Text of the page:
KABUL (SW) – A rare new addition of bright blue buses with ‘Chahar Magz’ (walnut) written on face of it has grabbed attention of Kabul residents who are used to otherwise rusted old buses for commuting.
Unlike the usual noise and boring music played in other buses - disliked by the majority of this city's people – these buses have free books for the travelers - especially children - in a city filled with smoke and terrorized by crimes and violence.
Many travelers entertain themselves with these books until they reach their destination. The ‘Chahar Magz’ is a mobile library that circulates around the city every day, bringing books to streets, from one school to another, and one neighborhood to the other much to the delight of children.
The children line up enthusiastically for boarding these buses, and take a moment out to enter and find the books of their choice and taste.
Fareshta Karim is in charge of this innovative idea. In a conversation with Salam Watander, she said the goal behind ‘Chahar Magz’ is to nurture love for books and promote critical thinking among children and students. After immigrating to England and returning to the country, Fareshta came up with this idea. She said the idea of building a library for children has long been in her thoughts, and eventually, after completing her master's degree at Oxford University and returning to the country, she turned it into reality.
Two years ago, Fareshta launched the mobile library with three buses in western parts of Kabul, one of which was an educational cinema for children. According to her, these buses visited different schools for a while allowing children to experience it for close to an hour.
She added that the books have been arranged in a way to grab attention of the children in line with their level. Besides that, Fareshta and her colleagues also read stories to children, and make it worthwhile for children who are new to reading and sometimes have trouble reading and writing.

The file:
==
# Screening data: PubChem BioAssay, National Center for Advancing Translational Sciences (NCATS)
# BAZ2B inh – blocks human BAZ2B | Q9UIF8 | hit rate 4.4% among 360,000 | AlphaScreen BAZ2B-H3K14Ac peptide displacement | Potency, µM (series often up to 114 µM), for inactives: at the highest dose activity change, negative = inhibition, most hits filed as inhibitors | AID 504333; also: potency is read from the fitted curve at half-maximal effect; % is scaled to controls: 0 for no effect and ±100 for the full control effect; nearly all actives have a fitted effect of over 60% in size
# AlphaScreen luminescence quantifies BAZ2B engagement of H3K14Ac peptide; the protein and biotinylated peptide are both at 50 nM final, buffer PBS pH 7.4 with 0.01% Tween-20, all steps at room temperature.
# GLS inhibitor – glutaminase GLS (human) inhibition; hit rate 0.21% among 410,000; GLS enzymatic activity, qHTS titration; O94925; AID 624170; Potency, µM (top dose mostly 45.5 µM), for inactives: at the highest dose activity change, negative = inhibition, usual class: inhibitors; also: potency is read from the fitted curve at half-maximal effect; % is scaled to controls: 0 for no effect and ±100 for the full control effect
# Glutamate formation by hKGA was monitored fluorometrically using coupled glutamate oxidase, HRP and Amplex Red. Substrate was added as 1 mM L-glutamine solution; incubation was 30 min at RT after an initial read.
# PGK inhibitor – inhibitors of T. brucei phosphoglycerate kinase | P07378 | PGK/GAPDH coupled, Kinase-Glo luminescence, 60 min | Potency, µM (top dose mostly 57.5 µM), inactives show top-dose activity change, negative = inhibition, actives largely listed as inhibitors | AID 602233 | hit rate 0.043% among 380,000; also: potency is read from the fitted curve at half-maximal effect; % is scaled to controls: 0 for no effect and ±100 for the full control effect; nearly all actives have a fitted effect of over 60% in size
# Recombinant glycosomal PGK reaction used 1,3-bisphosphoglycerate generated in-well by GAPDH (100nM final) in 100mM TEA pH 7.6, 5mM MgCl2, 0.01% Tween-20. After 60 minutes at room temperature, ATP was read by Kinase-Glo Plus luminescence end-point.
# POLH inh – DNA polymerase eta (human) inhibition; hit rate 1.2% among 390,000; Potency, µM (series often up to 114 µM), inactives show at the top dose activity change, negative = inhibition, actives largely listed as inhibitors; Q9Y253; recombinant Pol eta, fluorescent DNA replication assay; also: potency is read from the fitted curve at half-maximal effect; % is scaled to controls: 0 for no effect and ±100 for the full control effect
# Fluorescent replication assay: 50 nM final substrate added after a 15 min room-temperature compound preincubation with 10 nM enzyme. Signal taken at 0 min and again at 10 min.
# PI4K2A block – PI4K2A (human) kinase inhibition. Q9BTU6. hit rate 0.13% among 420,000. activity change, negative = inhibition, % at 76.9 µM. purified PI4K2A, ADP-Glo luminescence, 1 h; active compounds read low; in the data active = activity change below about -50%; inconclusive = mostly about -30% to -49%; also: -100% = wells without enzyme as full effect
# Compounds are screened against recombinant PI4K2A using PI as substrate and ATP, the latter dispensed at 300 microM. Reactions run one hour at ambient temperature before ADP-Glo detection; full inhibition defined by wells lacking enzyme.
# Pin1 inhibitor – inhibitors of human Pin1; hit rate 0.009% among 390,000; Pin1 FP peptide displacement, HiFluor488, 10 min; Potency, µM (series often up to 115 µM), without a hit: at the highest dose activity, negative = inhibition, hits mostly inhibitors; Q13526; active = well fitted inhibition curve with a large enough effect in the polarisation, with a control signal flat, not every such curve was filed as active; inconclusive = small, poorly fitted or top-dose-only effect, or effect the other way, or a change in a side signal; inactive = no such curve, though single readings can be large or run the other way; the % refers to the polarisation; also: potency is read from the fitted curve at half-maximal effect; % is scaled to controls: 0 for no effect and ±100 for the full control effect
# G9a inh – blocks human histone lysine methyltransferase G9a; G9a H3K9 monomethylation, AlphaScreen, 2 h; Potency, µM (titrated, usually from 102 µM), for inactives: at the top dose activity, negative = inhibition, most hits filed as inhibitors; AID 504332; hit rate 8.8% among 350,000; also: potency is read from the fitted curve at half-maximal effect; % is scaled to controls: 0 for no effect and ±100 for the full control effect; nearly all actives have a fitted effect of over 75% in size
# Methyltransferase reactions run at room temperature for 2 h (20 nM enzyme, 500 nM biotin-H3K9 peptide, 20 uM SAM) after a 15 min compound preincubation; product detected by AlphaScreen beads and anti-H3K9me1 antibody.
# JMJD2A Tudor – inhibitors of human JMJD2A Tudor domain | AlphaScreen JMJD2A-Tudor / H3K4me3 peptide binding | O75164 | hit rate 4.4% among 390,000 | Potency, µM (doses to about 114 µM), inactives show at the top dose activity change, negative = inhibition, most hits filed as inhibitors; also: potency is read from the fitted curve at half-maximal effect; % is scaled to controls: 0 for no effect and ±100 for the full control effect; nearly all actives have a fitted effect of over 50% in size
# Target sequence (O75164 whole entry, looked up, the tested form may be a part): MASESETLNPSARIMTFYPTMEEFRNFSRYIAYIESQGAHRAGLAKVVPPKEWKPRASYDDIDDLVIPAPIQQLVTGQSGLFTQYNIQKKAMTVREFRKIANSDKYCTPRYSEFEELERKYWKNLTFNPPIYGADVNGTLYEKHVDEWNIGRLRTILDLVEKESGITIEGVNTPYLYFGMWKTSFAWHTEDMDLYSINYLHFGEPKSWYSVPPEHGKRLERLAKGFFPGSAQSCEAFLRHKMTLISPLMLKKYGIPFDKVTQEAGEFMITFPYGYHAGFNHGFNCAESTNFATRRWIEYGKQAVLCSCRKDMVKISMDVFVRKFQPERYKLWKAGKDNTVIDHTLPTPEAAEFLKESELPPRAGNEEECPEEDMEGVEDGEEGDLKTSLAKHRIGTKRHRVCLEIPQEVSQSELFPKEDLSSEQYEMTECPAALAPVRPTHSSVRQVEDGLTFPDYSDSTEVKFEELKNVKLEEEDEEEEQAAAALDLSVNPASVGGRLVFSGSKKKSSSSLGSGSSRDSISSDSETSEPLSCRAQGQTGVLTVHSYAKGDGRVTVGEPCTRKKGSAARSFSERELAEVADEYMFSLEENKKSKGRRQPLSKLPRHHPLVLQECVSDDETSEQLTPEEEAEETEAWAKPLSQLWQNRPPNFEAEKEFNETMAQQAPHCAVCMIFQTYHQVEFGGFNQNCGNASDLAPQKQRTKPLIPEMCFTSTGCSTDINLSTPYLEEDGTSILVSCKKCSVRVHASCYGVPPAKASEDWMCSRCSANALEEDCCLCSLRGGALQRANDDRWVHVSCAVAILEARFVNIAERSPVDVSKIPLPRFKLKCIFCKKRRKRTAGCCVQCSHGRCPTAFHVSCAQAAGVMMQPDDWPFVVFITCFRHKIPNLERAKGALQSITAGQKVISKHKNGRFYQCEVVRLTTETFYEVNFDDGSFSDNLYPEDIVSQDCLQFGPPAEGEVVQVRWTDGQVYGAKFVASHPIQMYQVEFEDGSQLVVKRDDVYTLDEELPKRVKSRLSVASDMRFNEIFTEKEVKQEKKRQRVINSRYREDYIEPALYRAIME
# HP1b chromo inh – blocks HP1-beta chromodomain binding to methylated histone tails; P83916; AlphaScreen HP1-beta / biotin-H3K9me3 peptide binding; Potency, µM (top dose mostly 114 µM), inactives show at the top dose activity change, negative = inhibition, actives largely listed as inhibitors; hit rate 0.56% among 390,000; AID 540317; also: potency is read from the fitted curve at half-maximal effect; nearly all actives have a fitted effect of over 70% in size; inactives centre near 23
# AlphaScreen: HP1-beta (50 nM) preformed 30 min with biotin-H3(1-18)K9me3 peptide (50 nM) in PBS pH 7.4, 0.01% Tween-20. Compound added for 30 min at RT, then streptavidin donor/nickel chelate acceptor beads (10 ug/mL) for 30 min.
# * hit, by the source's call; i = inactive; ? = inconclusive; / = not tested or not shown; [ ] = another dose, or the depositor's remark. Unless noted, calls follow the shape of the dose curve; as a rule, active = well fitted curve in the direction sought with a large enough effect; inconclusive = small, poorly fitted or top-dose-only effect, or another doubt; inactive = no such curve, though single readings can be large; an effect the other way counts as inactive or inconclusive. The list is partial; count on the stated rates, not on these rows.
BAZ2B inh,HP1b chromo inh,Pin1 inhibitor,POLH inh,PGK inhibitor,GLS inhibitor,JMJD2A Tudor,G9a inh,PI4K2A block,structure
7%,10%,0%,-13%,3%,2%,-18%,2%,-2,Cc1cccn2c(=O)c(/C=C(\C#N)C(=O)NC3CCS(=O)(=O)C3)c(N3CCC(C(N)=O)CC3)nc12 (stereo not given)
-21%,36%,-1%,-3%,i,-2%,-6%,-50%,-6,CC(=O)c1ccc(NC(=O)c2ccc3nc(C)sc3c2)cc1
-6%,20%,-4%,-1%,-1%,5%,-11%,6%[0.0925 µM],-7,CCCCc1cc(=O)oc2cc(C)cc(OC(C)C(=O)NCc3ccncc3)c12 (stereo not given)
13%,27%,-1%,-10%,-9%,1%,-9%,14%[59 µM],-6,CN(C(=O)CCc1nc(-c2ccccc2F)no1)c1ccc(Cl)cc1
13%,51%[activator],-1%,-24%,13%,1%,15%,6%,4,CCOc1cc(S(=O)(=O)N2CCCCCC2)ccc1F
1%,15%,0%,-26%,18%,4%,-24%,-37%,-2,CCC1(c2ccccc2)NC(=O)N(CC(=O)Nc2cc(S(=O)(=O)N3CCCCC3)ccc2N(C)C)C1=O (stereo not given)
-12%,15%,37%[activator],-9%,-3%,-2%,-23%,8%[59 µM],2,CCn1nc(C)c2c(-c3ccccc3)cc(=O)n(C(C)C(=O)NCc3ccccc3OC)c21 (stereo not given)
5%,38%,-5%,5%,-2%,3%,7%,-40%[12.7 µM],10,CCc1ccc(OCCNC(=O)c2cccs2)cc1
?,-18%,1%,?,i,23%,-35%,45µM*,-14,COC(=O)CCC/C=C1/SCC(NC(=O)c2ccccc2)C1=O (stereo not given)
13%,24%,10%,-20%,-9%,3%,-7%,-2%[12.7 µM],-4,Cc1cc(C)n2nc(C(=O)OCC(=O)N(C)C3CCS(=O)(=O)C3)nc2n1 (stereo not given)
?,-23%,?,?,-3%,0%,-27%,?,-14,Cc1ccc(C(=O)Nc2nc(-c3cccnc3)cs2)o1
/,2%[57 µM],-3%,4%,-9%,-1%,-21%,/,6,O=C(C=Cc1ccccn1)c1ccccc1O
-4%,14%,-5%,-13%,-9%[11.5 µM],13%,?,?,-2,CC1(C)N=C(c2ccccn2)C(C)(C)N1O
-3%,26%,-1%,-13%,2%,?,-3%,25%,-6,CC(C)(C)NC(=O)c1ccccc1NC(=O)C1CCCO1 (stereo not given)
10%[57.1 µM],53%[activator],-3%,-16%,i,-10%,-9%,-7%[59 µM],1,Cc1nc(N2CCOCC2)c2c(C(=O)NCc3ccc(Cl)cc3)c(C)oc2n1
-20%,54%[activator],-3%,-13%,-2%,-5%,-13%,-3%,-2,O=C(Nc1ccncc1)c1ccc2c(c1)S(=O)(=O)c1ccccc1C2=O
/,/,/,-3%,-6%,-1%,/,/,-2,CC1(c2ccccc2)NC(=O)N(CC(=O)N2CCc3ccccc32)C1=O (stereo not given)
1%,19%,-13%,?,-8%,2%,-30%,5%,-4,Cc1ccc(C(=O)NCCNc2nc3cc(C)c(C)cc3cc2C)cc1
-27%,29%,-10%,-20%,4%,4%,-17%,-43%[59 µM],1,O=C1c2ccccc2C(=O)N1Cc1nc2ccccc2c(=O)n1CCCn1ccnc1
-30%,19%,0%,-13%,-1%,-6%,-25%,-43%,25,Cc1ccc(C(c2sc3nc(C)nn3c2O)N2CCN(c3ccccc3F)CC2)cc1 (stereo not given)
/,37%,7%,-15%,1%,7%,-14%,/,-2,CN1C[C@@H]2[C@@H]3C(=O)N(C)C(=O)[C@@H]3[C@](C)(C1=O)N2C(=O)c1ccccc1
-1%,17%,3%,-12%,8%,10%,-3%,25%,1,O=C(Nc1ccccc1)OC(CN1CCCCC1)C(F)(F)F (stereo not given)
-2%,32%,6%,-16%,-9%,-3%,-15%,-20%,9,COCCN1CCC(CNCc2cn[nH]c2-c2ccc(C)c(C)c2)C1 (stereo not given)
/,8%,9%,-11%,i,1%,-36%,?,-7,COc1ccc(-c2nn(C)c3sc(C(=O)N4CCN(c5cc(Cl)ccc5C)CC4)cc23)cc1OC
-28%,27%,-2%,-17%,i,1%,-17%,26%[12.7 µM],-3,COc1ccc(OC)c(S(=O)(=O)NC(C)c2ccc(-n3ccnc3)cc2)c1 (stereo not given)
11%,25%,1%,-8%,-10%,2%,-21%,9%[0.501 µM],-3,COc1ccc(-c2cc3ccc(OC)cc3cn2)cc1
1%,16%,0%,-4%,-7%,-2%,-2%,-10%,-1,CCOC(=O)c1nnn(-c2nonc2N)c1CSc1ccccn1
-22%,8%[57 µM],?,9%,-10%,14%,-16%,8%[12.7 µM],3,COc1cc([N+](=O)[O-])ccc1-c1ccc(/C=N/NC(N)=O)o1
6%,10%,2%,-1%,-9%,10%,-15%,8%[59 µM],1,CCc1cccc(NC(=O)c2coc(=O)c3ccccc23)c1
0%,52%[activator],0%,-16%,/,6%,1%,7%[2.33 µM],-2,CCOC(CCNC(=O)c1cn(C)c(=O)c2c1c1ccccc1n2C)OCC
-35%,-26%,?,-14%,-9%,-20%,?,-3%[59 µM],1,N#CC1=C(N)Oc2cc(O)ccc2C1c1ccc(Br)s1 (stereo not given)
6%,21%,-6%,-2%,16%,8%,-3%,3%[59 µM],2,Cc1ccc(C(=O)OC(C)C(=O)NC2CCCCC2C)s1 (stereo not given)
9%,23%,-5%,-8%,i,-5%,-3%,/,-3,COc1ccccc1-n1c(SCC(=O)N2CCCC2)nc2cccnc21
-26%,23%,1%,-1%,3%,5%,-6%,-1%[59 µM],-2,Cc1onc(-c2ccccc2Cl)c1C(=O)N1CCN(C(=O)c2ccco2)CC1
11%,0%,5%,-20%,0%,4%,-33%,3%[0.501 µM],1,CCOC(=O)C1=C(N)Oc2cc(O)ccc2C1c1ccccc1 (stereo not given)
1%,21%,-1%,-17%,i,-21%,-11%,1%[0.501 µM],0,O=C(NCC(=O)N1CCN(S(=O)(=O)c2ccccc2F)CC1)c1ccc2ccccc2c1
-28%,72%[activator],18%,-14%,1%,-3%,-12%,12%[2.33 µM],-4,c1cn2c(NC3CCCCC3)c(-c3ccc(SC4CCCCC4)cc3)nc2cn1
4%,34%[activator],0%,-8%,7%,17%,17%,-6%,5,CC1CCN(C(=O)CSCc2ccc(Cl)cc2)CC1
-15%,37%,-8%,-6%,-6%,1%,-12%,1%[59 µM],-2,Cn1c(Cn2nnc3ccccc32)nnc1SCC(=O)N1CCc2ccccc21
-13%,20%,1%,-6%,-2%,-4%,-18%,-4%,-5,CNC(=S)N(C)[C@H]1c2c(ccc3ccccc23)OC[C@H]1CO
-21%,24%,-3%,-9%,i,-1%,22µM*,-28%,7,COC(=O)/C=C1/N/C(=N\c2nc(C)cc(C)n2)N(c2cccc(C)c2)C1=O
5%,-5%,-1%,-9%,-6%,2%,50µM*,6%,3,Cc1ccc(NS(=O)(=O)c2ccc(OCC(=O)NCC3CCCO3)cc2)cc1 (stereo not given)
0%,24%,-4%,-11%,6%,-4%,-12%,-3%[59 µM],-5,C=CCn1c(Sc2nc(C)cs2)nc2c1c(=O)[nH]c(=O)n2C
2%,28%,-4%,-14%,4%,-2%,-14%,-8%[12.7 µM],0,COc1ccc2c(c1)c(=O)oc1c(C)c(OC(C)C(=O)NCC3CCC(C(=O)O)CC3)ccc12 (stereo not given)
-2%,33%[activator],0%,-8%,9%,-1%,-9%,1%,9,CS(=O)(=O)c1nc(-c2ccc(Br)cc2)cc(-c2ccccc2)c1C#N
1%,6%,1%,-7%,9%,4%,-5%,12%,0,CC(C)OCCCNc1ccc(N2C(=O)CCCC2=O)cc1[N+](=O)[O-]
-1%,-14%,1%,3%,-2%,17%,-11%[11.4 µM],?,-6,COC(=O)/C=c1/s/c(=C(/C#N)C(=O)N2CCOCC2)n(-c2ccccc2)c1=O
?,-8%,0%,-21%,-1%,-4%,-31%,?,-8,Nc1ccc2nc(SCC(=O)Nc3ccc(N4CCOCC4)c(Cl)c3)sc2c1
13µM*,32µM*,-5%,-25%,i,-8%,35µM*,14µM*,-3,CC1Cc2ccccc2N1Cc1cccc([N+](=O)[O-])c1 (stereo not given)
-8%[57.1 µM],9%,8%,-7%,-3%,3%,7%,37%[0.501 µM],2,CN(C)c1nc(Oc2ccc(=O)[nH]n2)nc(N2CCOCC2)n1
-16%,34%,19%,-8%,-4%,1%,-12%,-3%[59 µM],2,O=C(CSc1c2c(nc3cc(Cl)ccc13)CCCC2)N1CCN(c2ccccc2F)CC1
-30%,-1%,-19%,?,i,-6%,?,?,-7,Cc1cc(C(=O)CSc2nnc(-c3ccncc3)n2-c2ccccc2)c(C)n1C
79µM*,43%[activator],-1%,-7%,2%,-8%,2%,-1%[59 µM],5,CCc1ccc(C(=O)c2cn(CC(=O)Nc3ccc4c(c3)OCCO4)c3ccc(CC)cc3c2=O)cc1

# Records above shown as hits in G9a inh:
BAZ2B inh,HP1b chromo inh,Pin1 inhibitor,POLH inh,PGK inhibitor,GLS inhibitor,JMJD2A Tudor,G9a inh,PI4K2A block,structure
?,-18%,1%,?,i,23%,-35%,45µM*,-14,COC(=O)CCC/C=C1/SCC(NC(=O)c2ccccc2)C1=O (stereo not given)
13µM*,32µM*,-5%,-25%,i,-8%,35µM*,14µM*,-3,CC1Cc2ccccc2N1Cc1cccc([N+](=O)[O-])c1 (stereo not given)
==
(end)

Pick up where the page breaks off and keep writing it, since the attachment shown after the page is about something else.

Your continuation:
Fareshta Karim, sitting firmly with the children like an angel (the literal meaning of her name), she said that in the coming year, many new books have been ordered for the children. “
Praising her efforts, Zabih Mehdi, a member of the ‘Gehwara Group’, a group working to promote literature for children, said the mobile library plays key role in promoting reading culture as the message of it is "friendship with books".
According to Fareshta, Afghanistan requires hundreds of similar libraries. Talking about himself, Mehdi said he completed his elementary school in Kabul and went to India after receiving a government scholarship and returned to Afghanistan with his undergraduate degree in political science and worked for several years in government and private sector.
After a while, she nominated herself for another scholarship and eventually moved to England to complete her master's degree at Oxford University. She then returned and established ‘Chahar Magaz’ for children. Although, she has traveled to other countries legally through scholarships, she speaks of the challenge of irregular migration.
She strongly recommends youngsters to choose regular migration.
The Afghan government, in coordination with national and international institutions, has set up a Center for Irregular Migration to guide and prevent irregular migration. The center provides counseling services and information on scholarships for young people.
Fariha Jabarkhel, a consultant at this center, told Salam Watander that the Migration Information Center regularly organizes workshops to spread awareness. According to her, the center also advises youth on regular migration, job opportunities and education to motivate young people to return home.
The migration crisis in Afghanistan is deepening. In the last five years, the country has witnessed the irregular migration of millions of young people to European countries, and the tragedy of this type of migration has sometimes led to the deaths of many of them.